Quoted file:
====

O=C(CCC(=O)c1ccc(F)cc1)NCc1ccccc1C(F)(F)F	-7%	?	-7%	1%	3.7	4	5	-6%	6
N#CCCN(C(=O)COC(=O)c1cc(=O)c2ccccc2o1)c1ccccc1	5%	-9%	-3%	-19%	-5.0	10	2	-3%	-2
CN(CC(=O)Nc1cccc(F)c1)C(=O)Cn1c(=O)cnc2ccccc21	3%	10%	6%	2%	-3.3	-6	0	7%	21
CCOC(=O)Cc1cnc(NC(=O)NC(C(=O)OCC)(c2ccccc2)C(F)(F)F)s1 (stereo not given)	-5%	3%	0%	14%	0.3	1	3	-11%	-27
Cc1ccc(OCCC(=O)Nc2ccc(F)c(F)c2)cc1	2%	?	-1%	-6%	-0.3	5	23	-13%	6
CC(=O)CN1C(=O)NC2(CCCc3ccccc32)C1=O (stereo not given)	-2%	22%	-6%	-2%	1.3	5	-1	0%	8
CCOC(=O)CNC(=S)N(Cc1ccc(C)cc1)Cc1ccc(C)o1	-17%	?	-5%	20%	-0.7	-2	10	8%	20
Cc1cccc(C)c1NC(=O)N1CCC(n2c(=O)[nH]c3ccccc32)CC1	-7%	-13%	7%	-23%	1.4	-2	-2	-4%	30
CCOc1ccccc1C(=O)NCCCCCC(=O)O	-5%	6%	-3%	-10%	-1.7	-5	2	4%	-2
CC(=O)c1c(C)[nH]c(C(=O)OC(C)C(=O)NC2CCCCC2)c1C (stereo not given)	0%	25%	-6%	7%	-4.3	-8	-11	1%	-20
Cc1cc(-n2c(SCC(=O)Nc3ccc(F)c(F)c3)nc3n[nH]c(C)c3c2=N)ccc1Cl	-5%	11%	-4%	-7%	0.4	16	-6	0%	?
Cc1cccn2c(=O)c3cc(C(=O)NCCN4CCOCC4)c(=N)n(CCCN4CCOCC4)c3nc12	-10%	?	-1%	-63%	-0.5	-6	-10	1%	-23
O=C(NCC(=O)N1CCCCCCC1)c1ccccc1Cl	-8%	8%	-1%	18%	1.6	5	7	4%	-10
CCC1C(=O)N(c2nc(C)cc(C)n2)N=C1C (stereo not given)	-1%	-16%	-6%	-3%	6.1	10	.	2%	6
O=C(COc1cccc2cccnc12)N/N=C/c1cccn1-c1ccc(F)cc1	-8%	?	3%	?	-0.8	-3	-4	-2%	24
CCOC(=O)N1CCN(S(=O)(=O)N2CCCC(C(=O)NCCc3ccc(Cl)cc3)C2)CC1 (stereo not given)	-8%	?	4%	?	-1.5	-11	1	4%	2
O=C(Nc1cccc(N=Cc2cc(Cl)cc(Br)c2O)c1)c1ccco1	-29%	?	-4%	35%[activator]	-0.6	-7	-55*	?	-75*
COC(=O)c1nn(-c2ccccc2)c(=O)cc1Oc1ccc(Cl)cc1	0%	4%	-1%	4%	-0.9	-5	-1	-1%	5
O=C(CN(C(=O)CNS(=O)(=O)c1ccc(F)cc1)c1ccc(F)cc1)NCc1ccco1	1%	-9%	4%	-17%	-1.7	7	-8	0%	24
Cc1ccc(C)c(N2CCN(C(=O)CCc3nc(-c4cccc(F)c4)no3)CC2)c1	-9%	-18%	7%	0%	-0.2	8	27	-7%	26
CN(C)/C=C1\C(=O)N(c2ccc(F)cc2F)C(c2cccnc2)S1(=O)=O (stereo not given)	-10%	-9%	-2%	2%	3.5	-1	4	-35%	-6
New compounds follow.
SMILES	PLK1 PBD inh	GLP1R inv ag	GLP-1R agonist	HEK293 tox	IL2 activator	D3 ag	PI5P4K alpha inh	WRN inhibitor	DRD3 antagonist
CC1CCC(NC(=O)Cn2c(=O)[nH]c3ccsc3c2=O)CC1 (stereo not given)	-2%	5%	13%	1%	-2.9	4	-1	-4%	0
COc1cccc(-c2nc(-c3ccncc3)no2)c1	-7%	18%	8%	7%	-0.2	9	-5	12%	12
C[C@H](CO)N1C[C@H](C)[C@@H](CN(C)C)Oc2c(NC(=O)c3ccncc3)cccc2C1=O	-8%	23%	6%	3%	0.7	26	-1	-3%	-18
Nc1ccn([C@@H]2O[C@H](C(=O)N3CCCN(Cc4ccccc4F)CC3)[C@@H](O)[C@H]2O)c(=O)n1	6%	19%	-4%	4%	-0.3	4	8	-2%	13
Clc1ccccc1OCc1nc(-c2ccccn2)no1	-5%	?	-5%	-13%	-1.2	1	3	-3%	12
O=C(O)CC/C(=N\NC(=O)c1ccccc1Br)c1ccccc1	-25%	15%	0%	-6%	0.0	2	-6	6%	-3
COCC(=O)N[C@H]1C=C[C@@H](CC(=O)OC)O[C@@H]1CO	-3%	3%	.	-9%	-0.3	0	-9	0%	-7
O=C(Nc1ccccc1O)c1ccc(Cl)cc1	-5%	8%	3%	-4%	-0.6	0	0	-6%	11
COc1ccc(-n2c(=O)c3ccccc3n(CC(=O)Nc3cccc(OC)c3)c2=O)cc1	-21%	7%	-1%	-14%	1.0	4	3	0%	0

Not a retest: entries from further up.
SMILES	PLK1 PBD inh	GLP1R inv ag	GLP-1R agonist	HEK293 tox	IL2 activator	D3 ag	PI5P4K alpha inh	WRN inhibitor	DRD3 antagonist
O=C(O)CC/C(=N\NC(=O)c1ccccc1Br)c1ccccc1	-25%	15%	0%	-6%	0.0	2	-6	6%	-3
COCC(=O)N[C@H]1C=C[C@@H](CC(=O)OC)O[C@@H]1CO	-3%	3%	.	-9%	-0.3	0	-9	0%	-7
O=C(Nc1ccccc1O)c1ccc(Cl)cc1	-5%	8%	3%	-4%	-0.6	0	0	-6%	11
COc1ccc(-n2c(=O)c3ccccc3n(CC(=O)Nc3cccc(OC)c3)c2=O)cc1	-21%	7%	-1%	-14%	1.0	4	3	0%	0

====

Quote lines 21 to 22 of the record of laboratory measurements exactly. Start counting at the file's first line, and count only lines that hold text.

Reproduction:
CN(C)/C=C1\C(=O)N(c2ccc(F)cc2F)C(c2cccnc2)S1(=O)=O (stereo not given)	-10%	-9%	-2%	2%	3.5	-1	4	-35%	-6
New compounds follow.